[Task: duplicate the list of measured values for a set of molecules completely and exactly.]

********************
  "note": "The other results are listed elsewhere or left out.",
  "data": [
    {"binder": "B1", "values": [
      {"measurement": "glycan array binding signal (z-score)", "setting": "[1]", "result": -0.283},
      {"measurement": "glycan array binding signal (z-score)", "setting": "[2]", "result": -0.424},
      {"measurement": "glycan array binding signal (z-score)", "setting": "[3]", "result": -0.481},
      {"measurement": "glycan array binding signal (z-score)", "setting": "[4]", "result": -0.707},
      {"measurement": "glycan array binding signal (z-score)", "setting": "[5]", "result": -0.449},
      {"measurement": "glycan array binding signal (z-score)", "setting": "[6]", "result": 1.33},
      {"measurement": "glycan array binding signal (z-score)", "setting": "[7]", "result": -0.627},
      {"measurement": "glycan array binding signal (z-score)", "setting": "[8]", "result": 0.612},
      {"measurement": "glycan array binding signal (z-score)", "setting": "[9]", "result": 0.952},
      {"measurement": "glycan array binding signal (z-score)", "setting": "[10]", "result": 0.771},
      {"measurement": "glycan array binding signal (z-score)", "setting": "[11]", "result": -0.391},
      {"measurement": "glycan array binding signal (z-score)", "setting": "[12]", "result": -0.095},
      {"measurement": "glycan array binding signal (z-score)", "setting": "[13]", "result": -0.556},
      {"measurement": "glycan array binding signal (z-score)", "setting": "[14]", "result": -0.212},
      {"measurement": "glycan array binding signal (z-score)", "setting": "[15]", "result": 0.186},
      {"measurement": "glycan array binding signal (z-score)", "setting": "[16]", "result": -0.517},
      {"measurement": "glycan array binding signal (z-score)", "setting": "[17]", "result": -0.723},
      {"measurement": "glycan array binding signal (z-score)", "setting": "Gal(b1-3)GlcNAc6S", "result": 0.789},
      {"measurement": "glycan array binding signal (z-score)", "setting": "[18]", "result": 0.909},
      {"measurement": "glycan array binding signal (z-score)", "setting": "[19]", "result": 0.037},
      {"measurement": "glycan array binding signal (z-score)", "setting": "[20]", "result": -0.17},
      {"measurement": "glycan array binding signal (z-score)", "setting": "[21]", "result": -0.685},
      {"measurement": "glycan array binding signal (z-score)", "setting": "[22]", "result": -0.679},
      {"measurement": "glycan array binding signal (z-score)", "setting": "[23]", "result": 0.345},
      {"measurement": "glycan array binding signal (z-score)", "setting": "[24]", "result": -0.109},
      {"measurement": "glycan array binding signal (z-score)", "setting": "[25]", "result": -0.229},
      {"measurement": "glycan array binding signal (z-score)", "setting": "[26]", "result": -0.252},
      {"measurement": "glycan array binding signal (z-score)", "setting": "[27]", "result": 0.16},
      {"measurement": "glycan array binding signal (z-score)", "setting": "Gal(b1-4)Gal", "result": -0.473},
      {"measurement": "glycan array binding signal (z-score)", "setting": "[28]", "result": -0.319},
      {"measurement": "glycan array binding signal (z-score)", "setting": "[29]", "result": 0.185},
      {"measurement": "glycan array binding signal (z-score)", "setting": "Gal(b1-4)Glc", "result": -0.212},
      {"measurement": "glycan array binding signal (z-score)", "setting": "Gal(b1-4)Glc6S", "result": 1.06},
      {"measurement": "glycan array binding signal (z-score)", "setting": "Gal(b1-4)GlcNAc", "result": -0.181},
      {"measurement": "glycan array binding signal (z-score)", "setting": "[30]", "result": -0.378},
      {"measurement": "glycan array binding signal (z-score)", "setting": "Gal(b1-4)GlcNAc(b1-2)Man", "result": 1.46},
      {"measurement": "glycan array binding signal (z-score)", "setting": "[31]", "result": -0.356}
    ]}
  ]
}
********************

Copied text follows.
  "note": "The other results are listed elsewhere or left out.",
  "data": [
    {"binder": "B1", "values": [
      {"measurement": "glycan array binding signal (z-score)", "setting": "[1]", "result": -0.283},
      {"measurement": "glycan array binding signal (z-score)", "setting": "[2]", "result": -0.424},
      {"measurement": "glycan array binding signal (z-score)", "setting": "[3]", "result": -0.481},
      {"measurement": "glycan array binding signal (z-score)", "setting": "[4]", "result": -0.707},
      {"measurement": "glycan array binding signal (z-score)", "setting": "[5]", "result": -0.449},
      {"measurement": "glycan array binding signal (z-score)", "setting": "[6]", "result": 1.33},
      {"measurement": "glycan array binding signal (z-score)", "setting": "[7]", "result": -0.627},
      {"measurement": "glycan array binding signal (z-score)", "setting": "[8]", "result": 0.612},
      {"measurement": "glycan array binding signal (z-score)", "setting": "[9]", "result": 0.952},
      {"measurement": "glycan array binding signal (z-score)", "setting": "[10]", "result": 0.771},
      {"measurement": "glycan array binding signal (z-score)", "setting": "[11]", "result": -0.391},
      {"measurement": "glycan array binding signal (z-score)", "setting": "[12]", "result": -0.095},
      {"measurement": "glycan array binding signal (z-score)", "setting": "[13]", "result": -0.556},
      {"measurement": "glycan array binding signal (z-score)", "setting": "[14]", "result": -0.212},
      {"measurement": "glycan array binding signal (z-score)", "setting": "[15]", "result": 0.186},
      {"measurement": "glycan array binding signal (z-score)", "setting": "[16]", "result": -0.517},
      {"measurement": "glycan array binding signal (z-score)", "setting": "[17]", "result": -0.723},
      {"measurement": "glycan array binding signal (z-score)", "setting": "Gal(b1-3)GlcNAc6S", "result": 0.789},
      {"measurement": "glycan array binding signal (z-score)", "setting": "[18]", "result": 0.909},
      {"measurement": "glycan array binding signal (z-score)", "setting": "[19]", "result": 0.037},
      {"measurement": "glycan array binding signal (z-score)", "setting": "[20]", "result": -0.17},
      {"measurement": "glycan array binding signal (z-score)", "setting": "[21]", "result": -0.685},
      {"measurement": "glycan array binding signal (z-score)", "setting": "[22]", "result": -0.679},
      {"measurement": "glycan array binding signal (z-score)", "setting": "[23]", "result": 0.345},
      {"measurement": "glycan array binding signal (z-score)", "setting": "[24]", "result": -0.109},
      {"measurement": "glycan array binding signal (z-score)", "setting": "[25]", "result": -0.229},
      {"measurement": "glycan array binding signal (z-score)", "setting": "[26]", "result": -0.252},
      {"measurement": "glycan array binding signal (z-score)", "setting": "[27]", "result": 0.16},
      {"measurement": "glycan array binding signal (z-score)", "setting": "Gal(b1-4)Gal", "result": -0.473},
      {"measurement": "glycan array binding signal (z-score)", "setting": "[28]", "result": -0.319},
      {"measurement": "glycan array binding signal (z-score)", "setting": "[29]", "result": 0.185},
      {"measurement": "glycan array binding signal (z-score)", "setting": "Gal(b1-4)Glc", "result": -0.212},
      {"measurement": "glycan array binding signal (z-score)", "setting": "Gal(b1-4)Glc6S", "result": 1.06},
      {"measurement": "glycan array binding signal (z-score)", "setting": "Gal(b1-4)GlcNAc", "result": -0.181},
      {"measurement": "glycan array binding signal (z-score)", "setting": "[30]", "result": -0.378},
      {"measurement": "glycan array binding signal (z-score)", "setting": "Gal(b1-4)GlcNAc(b1-2)Man", "result": 1.46},
      {"measurement": "glycan array binding signal (z-score)", "setting": "[31]", "result": -0.356}
    ]}
  ]
}